Authenticity Reigns Supreme

Today, a founder named Matt (edited for anonymity) dropped by my office to say hi.

I left our first meeting a week ago with a positive bias towards supporting his vision and potentially making an investment.  However, I also left with  skepticism that Matt was holding something back, that the story had been edited and overly polished.  The pitch, which was textbook, was far too product and progress oriented given how young the company was.  It was impersonal.

And so, in strolls Matt a week later to exchange pleasantries and share some little wins from the week.  I stopped him, “Matt, that pitch was awkward, in spite of your company’s progress.  Am I missing something?”

And so it comes out – how Matt had found a mentor to support these early days, and had been advised to stay on message with investors, keep with the story, and pre-package the opportunity to match ‘what investors want’.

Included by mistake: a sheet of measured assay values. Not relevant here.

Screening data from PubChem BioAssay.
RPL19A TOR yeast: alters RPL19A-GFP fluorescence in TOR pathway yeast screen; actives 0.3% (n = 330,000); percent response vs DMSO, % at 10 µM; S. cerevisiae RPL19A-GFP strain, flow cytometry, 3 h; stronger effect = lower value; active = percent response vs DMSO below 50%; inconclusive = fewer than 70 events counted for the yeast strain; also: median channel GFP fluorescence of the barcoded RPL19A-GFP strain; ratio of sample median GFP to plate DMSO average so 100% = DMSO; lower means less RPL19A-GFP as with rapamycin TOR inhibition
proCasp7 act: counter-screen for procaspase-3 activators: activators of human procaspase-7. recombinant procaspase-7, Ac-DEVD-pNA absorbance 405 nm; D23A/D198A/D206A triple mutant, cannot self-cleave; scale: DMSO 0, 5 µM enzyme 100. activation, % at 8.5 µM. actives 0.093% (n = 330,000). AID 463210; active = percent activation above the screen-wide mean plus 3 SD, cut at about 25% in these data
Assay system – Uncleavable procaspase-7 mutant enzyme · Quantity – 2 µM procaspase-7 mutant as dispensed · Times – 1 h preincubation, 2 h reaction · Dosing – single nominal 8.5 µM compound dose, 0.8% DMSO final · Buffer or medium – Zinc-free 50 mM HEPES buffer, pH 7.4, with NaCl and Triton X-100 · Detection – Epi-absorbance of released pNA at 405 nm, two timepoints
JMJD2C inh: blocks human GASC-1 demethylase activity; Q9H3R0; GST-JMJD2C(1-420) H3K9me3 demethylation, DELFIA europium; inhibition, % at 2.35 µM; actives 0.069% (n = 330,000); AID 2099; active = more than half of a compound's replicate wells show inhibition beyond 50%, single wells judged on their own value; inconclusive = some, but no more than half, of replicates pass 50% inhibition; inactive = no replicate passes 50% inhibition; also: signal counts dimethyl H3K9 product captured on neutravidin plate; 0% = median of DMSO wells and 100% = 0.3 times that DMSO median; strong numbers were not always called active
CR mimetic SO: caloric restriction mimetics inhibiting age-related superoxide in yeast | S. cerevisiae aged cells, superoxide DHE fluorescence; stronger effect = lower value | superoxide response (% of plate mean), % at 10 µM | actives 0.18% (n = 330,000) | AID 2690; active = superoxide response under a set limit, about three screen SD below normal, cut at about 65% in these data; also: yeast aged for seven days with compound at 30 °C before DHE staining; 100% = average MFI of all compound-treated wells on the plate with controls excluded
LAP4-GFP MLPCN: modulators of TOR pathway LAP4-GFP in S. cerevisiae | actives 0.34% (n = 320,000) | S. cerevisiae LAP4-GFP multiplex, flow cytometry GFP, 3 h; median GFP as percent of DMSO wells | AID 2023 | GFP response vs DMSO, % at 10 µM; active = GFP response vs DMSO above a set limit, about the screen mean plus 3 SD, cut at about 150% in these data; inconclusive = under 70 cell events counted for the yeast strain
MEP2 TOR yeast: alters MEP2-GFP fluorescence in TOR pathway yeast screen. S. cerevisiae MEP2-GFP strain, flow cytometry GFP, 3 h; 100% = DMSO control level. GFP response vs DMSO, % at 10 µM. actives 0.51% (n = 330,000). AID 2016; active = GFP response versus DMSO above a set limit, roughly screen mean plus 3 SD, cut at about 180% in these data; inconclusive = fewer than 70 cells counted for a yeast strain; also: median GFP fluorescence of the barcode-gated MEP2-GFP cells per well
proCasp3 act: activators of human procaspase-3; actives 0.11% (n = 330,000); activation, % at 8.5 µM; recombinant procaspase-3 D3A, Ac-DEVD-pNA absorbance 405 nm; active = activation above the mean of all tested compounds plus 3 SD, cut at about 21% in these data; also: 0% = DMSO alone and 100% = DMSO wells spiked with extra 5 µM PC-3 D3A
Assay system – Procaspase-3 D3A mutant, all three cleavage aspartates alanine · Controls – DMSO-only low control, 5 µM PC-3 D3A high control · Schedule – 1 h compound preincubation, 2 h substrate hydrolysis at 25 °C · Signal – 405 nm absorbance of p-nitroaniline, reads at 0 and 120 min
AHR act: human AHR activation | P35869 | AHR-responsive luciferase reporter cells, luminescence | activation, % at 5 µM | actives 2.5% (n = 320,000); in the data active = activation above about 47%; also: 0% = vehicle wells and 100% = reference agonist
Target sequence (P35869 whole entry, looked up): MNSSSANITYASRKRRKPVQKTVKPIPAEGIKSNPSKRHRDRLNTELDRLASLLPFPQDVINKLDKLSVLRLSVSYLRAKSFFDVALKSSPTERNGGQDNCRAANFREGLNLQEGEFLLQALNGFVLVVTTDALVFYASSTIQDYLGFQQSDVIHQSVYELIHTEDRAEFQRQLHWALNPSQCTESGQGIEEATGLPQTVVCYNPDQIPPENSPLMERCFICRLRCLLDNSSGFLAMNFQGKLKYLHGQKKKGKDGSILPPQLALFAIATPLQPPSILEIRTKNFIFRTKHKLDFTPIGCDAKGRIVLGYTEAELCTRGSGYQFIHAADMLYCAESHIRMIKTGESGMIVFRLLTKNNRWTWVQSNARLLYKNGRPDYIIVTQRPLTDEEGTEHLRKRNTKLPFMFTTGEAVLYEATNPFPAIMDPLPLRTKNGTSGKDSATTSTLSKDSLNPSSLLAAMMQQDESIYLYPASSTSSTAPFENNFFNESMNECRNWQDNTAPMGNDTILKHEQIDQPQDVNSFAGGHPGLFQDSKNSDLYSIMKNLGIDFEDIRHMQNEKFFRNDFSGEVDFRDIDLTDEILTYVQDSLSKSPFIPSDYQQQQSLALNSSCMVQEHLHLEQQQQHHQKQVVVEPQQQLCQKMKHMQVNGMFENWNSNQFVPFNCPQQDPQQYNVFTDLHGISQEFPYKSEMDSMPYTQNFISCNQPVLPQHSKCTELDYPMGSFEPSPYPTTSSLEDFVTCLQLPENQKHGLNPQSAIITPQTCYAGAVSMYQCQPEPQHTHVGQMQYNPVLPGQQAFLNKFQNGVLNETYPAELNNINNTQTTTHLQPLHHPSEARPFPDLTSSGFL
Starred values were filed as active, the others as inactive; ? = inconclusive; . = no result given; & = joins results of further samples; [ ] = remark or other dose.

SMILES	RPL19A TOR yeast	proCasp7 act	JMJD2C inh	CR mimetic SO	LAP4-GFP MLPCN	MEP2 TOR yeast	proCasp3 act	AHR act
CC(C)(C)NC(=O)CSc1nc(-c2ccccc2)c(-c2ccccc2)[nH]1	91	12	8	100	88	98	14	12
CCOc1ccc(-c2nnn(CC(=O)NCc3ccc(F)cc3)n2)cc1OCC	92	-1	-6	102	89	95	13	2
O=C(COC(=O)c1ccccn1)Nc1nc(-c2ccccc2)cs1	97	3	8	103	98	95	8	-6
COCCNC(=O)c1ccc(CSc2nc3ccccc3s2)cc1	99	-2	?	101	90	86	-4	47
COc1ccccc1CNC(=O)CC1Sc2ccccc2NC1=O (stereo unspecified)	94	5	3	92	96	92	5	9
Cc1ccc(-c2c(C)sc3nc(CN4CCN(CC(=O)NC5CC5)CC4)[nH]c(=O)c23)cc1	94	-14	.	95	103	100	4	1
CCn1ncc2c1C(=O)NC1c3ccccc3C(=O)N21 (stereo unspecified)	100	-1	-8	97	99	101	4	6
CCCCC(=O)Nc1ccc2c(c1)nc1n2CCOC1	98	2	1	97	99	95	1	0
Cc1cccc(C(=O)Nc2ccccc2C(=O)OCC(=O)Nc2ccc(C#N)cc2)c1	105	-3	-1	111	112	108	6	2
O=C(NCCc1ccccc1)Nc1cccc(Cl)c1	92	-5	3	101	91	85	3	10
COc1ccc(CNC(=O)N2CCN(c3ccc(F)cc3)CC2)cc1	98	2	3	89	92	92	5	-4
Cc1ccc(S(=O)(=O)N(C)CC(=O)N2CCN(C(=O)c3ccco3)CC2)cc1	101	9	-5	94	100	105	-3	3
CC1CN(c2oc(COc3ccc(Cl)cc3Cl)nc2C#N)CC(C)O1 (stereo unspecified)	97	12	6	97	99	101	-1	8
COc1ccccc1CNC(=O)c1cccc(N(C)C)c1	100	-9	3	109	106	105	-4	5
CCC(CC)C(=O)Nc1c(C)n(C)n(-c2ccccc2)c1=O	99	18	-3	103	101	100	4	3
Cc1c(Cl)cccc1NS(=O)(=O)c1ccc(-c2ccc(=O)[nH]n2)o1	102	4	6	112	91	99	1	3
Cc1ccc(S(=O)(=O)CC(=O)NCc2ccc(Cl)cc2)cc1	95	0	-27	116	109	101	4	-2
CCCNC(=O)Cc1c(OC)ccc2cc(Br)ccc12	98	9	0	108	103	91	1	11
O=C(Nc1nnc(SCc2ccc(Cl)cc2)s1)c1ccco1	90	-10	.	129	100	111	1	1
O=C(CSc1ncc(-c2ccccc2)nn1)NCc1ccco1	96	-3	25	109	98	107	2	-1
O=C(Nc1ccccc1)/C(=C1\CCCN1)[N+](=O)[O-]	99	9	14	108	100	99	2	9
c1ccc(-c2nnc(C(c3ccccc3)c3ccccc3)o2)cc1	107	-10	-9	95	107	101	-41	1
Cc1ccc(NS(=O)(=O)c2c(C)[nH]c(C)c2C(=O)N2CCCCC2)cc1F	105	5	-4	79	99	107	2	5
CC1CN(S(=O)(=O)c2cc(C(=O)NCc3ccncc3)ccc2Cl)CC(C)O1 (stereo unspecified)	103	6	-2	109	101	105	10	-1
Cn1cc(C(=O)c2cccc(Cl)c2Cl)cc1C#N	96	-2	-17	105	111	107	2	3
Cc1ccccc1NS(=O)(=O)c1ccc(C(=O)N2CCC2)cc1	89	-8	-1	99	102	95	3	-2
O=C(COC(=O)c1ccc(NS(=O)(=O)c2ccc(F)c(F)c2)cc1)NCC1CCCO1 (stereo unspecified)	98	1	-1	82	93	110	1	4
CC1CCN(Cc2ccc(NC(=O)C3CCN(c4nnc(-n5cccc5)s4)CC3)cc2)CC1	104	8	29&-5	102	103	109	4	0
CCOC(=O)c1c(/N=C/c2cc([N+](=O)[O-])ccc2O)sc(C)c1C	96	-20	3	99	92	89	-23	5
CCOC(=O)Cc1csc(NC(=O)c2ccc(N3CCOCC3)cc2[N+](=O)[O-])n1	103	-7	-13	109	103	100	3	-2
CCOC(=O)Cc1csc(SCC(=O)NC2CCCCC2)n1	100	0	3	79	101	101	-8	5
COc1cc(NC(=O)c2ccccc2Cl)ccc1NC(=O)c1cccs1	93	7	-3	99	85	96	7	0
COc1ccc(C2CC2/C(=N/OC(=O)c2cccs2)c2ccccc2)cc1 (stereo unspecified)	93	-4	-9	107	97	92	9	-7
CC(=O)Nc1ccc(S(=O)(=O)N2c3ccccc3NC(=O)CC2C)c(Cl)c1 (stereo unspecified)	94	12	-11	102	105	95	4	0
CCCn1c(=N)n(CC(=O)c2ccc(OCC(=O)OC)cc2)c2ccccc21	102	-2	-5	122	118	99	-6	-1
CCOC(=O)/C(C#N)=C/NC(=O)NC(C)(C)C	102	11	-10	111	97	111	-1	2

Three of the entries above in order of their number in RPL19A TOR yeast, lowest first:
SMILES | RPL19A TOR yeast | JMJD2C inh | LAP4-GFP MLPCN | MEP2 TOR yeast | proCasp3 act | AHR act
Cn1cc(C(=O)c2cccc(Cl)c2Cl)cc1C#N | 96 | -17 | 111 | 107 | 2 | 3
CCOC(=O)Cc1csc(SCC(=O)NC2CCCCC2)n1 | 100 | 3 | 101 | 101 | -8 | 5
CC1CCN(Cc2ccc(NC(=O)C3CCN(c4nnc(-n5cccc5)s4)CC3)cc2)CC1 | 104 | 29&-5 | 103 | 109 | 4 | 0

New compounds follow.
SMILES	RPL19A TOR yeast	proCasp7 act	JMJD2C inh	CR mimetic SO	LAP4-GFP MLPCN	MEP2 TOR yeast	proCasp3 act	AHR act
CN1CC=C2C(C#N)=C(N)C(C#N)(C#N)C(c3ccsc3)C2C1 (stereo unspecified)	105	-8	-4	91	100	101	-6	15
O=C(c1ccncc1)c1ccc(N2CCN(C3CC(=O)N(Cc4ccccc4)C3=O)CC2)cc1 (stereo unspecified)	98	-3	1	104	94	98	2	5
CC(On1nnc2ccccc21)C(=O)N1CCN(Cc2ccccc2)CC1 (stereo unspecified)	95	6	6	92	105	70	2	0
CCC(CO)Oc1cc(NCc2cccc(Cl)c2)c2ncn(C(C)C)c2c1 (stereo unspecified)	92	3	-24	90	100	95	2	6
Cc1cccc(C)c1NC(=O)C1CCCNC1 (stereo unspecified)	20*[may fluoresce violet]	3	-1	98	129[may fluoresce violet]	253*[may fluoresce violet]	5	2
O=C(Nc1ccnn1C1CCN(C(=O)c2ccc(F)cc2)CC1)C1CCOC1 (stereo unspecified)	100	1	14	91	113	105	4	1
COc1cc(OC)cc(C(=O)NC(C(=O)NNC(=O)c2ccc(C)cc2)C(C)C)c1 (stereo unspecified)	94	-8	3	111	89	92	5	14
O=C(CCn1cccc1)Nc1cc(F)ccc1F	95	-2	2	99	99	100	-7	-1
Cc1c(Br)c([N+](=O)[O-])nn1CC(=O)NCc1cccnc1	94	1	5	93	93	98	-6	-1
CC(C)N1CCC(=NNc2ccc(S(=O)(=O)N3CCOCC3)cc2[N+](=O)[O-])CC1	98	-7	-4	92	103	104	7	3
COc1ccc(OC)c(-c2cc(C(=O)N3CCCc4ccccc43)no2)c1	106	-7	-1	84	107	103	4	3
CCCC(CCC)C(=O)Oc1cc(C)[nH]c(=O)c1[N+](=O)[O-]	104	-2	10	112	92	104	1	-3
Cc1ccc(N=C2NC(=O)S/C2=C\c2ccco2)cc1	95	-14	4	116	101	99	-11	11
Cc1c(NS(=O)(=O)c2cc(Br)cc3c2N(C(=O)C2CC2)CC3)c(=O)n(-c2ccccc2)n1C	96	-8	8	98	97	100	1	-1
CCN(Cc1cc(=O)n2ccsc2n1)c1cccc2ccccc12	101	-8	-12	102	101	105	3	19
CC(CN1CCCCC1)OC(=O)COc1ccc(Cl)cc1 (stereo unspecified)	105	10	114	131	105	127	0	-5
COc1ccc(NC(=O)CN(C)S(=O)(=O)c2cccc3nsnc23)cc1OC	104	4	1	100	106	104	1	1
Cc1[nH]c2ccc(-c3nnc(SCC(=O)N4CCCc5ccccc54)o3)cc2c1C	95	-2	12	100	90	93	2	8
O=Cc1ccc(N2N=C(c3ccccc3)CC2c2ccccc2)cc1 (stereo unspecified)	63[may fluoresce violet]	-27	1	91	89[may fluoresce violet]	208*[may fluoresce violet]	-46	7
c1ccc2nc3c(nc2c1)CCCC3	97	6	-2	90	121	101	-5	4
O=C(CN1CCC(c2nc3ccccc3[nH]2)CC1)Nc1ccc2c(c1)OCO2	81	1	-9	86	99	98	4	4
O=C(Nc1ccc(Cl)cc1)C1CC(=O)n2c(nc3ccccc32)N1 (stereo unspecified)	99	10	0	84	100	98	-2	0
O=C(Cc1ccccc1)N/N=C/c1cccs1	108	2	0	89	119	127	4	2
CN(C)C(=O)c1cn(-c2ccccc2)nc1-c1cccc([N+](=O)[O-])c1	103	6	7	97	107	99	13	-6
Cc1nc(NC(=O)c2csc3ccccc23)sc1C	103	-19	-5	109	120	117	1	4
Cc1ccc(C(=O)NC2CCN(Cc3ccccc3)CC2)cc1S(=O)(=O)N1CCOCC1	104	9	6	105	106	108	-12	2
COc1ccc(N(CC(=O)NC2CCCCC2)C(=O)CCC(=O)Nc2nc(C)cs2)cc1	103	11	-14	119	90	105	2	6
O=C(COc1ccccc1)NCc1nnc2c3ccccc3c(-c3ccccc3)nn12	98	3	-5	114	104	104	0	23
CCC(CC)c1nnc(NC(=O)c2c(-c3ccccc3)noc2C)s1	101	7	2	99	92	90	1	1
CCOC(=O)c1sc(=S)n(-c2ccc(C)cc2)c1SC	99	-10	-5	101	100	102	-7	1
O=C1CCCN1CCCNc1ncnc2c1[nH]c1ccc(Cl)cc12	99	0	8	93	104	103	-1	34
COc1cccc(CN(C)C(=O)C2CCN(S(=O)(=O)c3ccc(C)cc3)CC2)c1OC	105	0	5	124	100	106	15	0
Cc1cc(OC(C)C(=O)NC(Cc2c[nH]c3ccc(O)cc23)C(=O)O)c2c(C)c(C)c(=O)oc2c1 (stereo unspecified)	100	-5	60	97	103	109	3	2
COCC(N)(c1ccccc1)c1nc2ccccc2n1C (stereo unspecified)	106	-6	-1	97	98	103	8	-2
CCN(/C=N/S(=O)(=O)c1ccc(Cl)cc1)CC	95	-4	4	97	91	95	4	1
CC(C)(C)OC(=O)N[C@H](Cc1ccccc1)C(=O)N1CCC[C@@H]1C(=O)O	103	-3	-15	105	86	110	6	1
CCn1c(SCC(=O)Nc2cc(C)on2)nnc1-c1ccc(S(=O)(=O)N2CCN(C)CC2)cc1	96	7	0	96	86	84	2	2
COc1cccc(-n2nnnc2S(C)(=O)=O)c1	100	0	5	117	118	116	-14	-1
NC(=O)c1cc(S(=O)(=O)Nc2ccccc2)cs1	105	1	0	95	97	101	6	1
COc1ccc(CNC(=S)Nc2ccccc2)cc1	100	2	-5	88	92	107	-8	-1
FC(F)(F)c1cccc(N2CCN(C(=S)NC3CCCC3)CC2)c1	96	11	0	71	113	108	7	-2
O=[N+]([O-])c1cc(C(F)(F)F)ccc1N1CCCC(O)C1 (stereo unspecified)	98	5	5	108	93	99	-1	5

Fast forward an hour later, and I’m left in awe.  Multiple team members working for nothing, no formal contracts, no promise of future equity or compensation.  All of them working on their trust in Matt and relying on his integrity to reward their early sacrifices.  Not to mention more progress (revenue) and better visibility on new opportunities beyond the initial hypotheses.

Matt’s pitch had failed to parallel his values or his character, and he instead told me what he thought I wanted to hear.  It fell flat.  Based on my own experience, investors want authenticity more than promise, and integrity more than progress. 

When practicing your pitch, make sure a little bit of You, your Self, comes out with the story.  If it doesn’t fit, change the story to match You as a person.

And if you’re getting coached by someone who has raised capital themselves, make sure their experience is recent and relevant.  If you’re raising seed round, find an entrepreneur who raised in 2011 or an angel investor with experience.  If you’re raising an A round, find a founder who’s been through it, or seek mentorship from an associate/principal at a venture firm.

At least with angels, be honest, share more than you think you should, and stay true to your Self.  You’ll raise more money faster, and the relationship with your angels will grow stronger and more valuable as a result.